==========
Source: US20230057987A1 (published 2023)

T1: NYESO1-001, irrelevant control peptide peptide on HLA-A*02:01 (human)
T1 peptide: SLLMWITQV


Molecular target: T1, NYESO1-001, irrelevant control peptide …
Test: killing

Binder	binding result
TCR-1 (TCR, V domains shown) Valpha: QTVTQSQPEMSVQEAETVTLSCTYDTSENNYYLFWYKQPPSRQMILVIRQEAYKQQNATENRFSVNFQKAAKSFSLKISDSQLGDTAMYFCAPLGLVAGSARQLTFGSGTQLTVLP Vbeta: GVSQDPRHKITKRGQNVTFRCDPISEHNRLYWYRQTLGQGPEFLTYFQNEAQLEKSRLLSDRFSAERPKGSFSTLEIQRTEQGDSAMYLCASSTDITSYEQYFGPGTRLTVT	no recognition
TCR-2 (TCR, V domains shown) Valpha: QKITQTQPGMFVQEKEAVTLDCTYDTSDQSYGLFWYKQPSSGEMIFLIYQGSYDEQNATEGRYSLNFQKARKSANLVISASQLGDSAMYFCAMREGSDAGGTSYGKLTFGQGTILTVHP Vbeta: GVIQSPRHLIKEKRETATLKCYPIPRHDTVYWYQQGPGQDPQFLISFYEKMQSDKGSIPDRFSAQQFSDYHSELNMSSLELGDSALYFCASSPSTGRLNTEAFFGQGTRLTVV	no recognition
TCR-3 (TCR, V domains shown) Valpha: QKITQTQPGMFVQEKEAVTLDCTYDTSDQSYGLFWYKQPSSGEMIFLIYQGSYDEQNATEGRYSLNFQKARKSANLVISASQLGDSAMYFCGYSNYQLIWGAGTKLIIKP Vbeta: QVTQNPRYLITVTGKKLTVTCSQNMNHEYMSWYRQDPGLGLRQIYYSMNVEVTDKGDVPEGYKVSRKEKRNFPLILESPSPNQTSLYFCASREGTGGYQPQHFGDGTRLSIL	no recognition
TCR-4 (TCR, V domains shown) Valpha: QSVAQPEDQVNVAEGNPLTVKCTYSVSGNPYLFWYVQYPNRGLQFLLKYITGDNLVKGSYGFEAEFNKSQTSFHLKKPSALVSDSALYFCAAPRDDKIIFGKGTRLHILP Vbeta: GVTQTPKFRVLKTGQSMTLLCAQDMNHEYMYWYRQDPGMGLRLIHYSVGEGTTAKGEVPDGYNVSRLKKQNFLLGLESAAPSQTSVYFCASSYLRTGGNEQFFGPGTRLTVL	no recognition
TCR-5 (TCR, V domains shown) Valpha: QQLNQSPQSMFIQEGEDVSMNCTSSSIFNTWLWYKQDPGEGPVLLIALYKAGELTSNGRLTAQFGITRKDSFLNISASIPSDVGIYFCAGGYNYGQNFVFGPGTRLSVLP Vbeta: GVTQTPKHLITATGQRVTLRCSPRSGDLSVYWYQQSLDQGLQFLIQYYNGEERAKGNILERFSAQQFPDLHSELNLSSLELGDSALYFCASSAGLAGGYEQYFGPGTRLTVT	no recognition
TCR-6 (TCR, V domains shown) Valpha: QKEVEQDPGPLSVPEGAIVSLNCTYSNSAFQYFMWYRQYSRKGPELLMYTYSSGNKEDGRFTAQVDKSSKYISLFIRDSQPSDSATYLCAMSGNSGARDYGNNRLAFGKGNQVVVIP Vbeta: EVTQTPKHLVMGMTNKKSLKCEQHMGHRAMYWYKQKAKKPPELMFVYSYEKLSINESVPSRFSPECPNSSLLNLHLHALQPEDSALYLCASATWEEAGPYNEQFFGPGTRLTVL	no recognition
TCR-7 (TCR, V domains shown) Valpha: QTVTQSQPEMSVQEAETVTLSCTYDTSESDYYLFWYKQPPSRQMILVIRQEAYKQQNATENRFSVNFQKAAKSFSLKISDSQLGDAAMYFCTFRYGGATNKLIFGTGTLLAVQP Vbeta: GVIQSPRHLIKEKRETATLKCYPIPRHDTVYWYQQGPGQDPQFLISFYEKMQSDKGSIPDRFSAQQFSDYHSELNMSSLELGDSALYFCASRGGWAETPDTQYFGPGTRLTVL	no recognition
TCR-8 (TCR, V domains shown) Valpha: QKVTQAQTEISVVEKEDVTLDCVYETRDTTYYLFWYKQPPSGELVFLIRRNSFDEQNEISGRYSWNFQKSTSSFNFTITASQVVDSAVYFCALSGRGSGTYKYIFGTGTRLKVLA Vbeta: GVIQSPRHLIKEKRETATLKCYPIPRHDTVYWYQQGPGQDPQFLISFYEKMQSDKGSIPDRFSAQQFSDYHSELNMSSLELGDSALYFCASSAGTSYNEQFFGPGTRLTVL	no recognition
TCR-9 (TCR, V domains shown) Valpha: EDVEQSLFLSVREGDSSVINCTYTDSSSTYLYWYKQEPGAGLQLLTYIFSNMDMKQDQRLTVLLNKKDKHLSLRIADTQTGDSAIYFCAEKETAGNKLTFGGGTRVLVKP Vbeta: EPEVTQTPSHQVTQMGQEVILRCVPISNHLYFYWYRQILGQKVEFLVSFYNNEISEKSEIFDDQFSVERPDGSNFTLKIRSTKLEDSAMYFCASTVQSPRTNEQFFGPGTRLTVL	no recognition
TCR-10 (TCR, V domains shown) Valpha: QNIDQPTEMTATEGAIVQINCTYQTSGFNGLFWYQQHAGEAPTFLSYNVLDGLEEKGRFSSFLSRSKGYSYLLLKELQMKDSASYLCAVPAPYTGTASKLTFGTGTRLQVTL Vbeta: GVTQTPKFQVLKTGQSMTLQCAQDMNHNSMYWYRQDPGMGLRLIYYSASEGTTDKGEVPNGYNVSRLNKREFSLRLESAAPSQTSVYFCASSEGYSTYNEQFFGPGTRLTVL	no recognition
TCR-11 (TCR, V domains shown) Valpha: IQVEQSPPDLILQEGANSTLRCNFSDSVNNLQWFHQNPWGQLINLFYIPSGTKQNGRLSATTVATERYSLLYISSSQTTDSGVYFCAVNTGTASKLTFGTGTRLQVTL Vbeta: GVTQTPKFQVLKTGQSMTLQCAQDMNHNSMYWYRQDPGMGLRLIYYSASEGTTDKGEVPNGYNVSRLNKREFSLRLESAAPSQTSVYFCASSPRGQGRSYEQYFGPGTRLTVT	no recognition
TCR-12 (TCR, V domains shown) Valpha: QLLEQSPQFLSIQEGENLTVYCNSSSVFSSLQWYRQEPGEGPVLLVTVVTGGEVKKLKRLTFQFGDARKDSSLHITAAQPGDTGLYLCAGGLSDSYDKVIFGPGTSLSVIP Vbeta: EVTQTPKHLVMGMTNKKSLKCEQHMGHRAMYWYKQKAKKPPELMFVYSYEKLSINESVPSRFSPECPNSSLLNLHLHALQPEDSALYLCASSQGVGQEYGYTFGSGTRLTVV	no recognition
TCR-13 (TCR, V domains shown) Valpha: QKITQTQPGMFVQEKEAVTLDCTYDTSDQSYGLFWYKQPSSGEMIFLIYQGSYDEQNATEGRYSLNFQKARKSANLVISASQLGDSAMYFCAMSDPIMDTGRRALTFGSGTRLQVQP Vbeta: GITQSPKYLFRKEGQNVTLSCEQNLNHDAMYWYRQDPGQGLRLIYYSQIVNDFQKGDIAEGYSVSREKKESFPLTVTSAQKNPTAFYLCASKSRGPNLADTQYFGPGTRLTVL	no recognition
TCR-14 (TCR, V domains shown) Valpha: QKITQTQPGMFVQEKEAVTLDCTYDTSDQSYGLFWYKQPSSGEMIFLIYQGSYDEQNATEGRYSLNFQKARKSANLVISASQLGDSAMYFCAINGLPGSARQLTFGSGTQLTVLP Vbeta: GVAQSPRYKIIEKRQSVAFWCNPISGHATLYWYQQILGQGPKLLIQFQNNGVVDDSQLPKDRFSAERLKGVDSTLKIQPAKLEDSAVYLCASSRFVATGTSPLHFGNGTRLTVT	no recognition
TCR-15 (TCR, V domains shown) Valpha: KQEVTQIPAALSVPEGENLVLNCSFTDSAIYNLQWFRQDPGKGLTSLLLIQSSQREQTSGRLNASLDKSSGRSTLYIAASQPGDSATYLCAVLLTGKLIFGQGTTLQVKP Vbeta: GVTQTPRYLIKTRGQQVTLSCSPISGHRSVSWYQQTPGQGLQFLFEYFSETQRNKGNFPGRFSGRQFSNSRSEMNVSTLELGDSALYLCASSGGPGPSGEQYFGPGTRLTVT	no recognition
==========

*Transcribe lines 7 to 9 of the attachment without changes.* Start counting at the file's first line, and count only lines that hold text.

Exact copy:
TCR-1 (TCR, V domains shown) Valpha: QTVTQSQPEMSVQEAETVTLSCTYDTSENNYYLFWYKQPPSRQMILVIRQEAYKQQNATENRFSVNFQKAAKSFSLKISDSQLGDTAMYFCAPLGLVAGSARQLTFGSGTQLTVLP Vbeta: GVSQDPRHKITKRGQNVTFRCDPISEHNRLYWYRQTLGQGPEFLTYFQNEAQLEKSRLLSDRFSAERPKGSFSTLEIQRTEQGDSAMYLCASSTDITSYEQYFGPGTRLTVT	no recognition
TCR-2 (TCR, V domains shown) Valpha: QKITQTQPGMFVQEKEAVTLDCTYDTSDQSYGLFWYKQPSSGEMIFLIYQGSYDEQNATEGRYSLNFQKARKSANLVISASQLGDSAMYFCAMREGSDAGGTSYGKLTFGQGTILTVHP Vbeta: GVIQSPRHLIKEKRETATLKCYPIPRHDTVYWYQQGPGQDPQFLISFYEKMQSDKGSIPDRFSAQQFSDYHSELNMSSLELGDSALYFCASSPSTGRLNTEAFFGQGTRLTVV	no recognition
TCR-3 (TCR, V domains shown) Valpha: QKITQTQPGMFVQEKEAVTLDCTYDTSDQSYGLFWYKQPSSGEMIFLIYQGSYDEQNATEGRYSLNFQKARKSANLVISASQLGDSAMYFCGYSNYQLIWGAGTKLIIKP Vbeta: QVTQNPRYLITVTGKKLTVTCSQNMNHEYMSWYRQDPGLGLRQIYYSMNVEVTDKGDVPEGYKVSRKEKRNFPLILESPSPNQTSLYFCASREGTGGYQPQHFGDGTRLSIL	no recognition